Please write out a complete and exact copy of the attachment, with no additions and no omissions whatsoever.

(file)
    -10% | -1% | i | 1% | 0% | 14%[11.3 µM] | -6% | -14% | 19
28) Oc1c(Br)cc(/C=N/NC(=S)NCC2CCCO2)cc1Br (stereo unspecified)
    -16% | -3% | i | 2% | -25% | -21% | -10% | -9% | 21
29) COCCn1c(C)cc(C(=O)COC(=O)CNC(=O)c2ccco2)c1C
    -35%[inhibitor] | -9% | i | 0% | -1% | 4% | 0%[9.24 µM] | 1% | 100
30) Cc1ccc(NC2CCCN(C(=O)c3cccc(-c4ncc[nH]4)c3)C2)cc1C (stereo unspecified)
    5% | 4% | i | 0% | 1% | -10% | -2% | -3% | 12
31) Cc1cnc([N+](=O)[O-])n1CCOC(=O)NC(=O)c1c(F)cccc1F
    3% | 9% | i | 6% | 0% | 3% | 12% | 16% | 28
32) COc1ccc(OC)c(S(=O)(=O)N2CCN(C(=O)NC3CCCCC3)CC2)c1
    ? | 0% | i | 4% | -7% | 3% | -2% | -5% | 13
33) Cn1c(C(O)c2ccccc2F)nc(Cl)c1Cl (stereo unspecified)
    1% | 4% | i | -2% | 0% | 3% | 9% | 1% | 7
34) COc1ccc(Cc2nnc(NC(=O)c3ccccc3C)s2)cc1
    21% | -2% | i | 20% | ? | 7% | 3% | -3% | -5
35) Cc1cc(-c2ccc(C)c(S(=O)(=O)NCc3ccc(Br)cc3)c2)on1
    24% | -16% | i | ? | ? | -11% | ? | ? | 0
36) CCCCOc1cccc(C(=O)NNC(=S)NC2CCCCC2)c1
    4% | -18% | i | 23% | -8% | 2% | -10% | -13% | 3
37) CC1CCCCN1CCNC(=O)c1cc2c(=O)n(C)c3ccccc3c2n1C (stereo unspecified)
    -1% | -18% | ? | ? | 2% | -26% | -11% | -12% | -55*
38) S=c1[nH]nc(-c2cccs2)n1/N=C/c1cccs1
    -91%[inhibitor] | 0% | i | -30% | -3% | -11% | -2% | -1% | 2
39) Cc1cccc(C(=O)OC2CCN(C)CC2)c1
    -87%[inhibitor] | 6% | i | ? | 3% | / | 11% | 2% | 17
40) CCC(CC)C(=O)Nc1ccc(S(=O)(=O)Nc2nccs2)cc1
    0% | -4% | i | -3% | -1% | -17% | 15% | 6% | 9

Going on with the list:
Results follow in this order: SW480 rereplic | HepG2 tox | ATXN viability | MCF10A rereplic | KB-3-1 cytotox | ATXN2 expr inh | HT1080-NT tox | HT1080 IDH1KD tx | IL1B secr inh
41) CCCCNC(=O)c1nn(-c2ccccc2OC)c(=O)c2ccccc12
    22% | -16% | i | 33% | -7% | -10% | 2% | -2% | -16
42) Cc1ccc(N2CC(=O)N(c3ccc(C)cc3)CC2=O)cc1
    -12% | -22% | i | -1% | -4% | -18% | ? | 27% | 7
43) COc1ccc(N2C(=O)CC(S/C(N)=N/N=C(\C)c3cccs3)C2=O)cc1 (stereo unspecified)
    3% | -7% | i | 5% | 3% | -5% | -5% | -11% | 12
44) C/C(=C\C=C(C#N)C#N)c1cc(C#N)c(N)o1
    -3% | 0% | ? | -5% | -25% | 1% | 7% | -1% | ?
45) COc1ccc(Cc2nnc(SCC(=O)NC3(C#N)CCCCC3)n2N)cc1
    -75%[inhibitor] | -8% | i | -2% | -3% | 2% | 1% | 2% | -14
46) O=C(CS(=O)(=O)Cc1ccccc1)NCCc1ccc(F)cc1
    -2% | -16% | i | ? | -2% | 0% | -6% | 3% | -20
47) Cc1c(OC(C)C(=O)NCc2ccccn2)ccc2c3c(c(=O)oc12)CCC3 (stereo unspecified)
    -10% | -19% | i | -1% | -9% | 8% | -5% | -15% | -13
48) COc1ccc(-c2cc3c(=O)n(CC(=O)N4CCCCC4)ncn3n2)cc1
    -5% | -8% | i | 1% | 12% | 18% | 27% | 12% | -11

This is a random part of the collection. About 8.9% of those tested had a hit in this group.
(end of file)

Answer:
    -10% | -1% | i | 1% | 0% | 14%[11.3 µM] | -6% | -14% | 19
28) Oc1c(Br)cc(/C=N/NC(=S)NCC2CCCO2)cc1Br (stereo unspecified)
    -16% | -3% | i | 2% | -25% | -21% | -10% | -9% | 21
29) COCCn1c(C)cc(C(=O)COC(=O)CNC(=O)c2ccco2)c1C
    -35%[inhibitor] | -9% | i | 0% | -1% | 4% | 0%[9.24 µM] | 1% | 100
30) Cc1ccc(NC2CCCN(C(=O)c3cccc(-c4ncc[nH]4)c3)C2)cc1C (stereo unspecified)
    5% | 4% | i | 0% | 1% | -10% | -2% | -3% | 12
31) Cc1cnc([N+](=O)[O-])n1CCOC(=O)NC(=O)c1c(F)cccc1F
    3% | 9% | i | 6% | 0% | 3% | 12% | 16% | 28
32) COc1ccc(OC)c(S(=O)(=O)N2CCN(C(=O)NC3CCCCC3)CC2)c1
    ? | 0% | i | 4% | -7% | 3% | -2% | -5% | 13
33) Cn1c(C(O)c2ccccc2F)nc(Cl)c1Cl (stereo unspecified)
    1% | 4% | i | -2% | 0% | 3% | 9% | 1% | 7
34) COc1ccc(Cc2nnc(NC(=O)c3ccccc3C)s2)cc1
    21% | -2% | i | 20% | ? | 7% | 3% | -3% | -5
35) Cc1cc(-c2ccc(C)c(S(=O)(=O)NCc3ccc(Br)cc3)c2)on1
    24% | -16% | i | ? | ? | -11% | ? | ? | 0
36) CCCCOc1cccc(C(=O)NNC(=S)NC2CCCCC2)c1
    4% | -18% | i | 23% | -8% | 2% | -10% | -13% | 3
37) CC1CCCCN1CCNC(=O)c1cc2c(=O)n(C)c3ccccc3c2n1C (stereo unspecified)
    -1% | -18% | ? | ? | 2% | -26% | -11% | -12% | -55*
38) S=c1[nH]nc(-c2cccs2)n1/N=C/c1cccs1
    -91%[inhibitor] | 0% | i | -30% | -3% | -11% | -2% | -1% | 2
39) Cc1cccc(C(=O)OC2CCN(C)CC2)c1
    -87%[inhibitor] | 6% | i | ? | 3% | / | 11% | 2% | 17
40) CCC(CC)C(=O)Nc1ccc(S(=O)(=O)Nc2nccs2)cc1
    0% | -4% | i | -3% | -1% | -17% | 15% | 6% | 9

Going on with the list:
Results follow in this order: SW480 rereplic | HepG2 tox | ATXN viability | MCF10A rereplic | KB-3-1 cytotox | ATXN2 expr inh | HT1080-NT tox | HT1080 IDH1KD tx | IL1B secr inh
41) CCCCNC(=O)c1nn(-c2ccccc2OC)c(=O)c2ccccc12
    22% | -16% | i | 33% | -7% | -10% | 2% | -2% | -16
42) Cc1ccc(N2CC(=O)N(c3ccc(C)cc3)CC2=O)cc1
    -12% | -22% | i | -1% | -4% | -18% | ? | 27% | 7
43) COc1ccc(N2C(=O)CC(S/C(N)=N/N=C(\C)c3cccs3)C2=O)cc1 (stereo unspecified)
    3% | -7% | i | 5% | 3% | -5% | -5% | -11% | 12
44) C/C(=C\C=C(C#N)C#N)c1cc(C#N)c(N)o1
    -3% | 0% | ? | -5% | -25% | 1% | 7% | -1% | ?
45) COc1ccc(Cc2nnc(SCC(=O)NC3(C#N)CCCCC3)n2N)cc1
    -75%[inhibitor] | -8% | i | -2% | -3% | 2% | 1% | 2% | -14
46) O=C(CS(=O)(=O)Cc1ccccc1)NCCc1ccc(F)cc1
    -2% | -16% | i | ? | -2% | 0% | -6% | 3% | -20
47) Cc1c(OC(C)C(=O)NCc2ccccn2)ccc2c3c(c(=O)oc12)CCC3 (stereo unspecified)
    -10% | -19% | i | -1% | -9% | 8% | -5% | -15% | -13
48) COc1ccc(-c2cc3c(=O)n(CC(=O)N4CCCCC4)ncn3n2)cc1
    -5% | -8% | i | 1% | 12% | 18% | 27% | 12% | -11

This is a random part of the collection. About 8.9% of those tested had a hit in this group.